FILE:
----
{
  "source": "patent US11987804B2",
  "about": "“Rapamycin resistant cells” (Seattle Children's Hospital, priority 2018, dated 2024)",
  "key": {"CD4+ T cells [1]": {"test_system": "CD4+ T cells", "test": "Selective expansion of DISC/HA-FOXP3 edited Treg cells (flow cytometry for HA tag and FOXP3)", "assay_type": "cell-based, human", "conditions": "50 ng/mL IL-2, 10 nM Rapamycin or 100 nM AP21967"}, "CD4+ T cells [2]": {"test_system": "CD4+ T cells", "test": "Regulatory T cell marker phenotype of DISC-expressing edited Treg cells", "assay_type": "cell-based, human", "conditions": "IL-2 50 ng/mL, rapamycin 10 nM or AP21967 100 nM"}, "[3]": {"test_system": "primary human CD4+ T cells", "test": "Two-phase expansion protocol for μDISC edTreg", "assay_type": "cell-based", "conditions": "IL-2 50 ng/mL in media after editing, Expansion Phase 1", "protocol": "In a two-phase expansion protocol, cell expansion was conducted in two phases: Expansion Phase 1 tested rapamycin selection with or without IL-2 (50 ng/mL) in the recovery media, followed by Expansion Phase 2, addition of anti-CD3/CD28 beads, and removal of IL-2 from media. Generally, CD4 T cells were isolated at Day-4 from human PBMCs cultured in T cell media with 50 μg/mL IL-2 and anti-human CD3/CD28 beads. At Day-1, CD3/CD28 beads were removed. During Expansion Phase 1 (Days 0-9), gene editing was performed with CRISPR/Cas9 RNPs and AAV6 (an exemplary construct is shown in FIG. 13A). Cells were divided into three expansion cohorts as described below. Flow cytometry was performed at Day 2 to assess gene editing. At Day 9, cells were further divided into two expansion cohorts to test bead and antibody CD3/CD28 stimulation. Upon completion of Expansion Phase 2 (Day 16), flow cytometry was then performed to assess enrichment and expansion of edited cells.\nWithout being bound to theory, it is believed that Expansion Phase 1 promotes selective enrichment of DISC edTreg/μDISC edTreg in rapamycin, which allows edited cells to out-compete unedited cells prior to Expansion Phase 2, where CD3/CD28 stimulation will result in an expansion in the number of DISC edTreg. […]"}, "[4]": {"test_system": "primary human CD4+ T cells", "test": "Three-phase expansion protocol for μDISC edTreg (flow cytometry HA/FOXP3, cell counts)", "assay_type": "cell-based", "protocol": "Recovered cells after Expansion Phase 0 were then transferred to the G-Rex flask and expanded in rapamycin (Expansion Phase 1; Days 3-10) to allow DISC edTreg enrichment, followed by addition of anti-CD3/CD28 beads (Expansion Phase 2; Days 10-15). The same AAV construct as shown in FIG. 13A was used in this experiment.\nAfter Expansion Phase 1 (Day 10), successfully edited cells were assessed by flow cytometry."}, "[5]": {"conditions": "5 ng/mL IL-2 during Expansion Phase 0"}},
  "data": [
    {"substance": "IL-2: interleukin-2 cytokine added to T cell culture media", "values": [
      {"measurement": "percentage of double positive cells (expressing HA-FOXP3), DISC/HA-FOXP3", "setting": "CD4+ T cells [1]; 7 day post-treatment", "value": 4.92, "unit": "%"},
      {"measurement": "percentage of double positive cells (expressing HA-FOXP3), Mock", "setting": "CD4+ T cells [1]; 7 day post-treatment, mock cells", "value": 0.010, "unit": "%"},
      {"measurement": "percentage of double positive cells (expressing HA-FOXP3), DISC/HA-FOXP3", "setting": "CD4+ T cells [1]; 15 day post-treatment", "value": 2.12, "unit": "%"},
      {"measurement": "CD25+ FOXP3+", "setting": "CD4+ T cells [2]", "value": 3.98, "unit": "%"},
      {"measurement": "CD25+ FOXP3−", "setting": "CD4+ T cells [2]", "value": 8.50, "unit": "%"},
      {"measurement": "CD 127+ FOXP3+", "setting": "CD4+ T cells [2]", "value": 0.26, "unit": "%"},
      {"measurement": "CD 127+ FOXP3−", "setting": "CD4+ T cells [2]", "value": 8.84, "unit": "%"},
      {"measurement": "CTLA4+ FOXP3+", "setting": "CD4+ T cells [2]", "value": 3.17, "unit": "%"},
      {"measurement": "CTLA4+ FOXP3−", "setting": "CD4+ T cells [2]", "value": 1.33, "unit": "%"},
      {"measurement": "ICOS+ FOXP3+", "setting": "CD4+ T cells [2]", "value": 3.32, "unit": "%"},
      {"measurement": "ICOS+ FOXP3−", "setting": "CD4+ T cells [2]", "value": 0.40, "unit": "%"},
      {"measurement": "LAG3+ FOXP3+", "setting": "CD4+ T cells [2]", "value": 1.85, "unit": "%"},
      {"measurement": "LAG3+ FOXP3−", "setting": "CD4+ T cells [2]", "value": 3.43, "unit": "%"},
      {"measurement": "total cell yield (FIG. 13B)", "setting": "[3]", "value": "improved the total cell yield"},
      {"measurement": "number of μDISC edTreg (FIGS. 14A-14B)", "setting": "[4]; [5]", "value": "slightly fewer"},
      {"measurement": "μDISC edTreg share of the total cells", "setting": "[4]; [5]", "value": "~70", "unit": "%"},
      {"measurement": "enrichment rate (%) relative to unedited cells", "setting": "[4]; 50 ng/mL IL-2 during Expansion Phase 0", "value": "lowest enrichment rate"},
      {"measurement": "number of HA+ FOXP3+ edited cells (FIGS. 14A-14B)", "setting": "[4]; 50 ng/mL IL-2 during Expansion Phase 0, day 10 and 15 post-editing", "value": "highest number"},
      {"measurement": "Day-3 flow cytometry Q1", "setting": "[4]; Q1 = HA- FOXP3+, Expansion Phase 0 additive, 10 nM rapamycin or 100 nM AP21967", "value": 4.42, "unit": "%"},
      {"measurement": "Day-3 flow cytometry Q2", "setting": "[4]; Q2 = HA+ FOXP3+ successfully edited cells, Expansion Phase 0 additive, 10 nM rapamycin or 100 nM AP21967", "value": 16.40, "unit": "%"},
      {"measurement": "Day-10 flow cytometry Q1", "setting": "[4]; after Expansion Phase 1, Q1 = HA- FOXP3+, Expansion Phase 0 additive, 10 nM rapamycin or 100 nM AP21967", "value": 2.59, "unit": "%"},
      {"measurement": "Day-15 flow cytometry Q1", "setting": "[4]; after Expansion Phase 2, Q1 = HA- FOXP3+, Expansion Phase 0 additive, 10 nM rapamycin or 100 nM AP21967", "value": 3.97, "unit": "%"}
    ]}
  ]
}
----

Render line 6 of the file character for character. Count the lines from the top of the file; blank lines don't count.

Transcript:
    {"substance": "IL-2: interleukin-2 cytokine added to T cell culture media", "values": [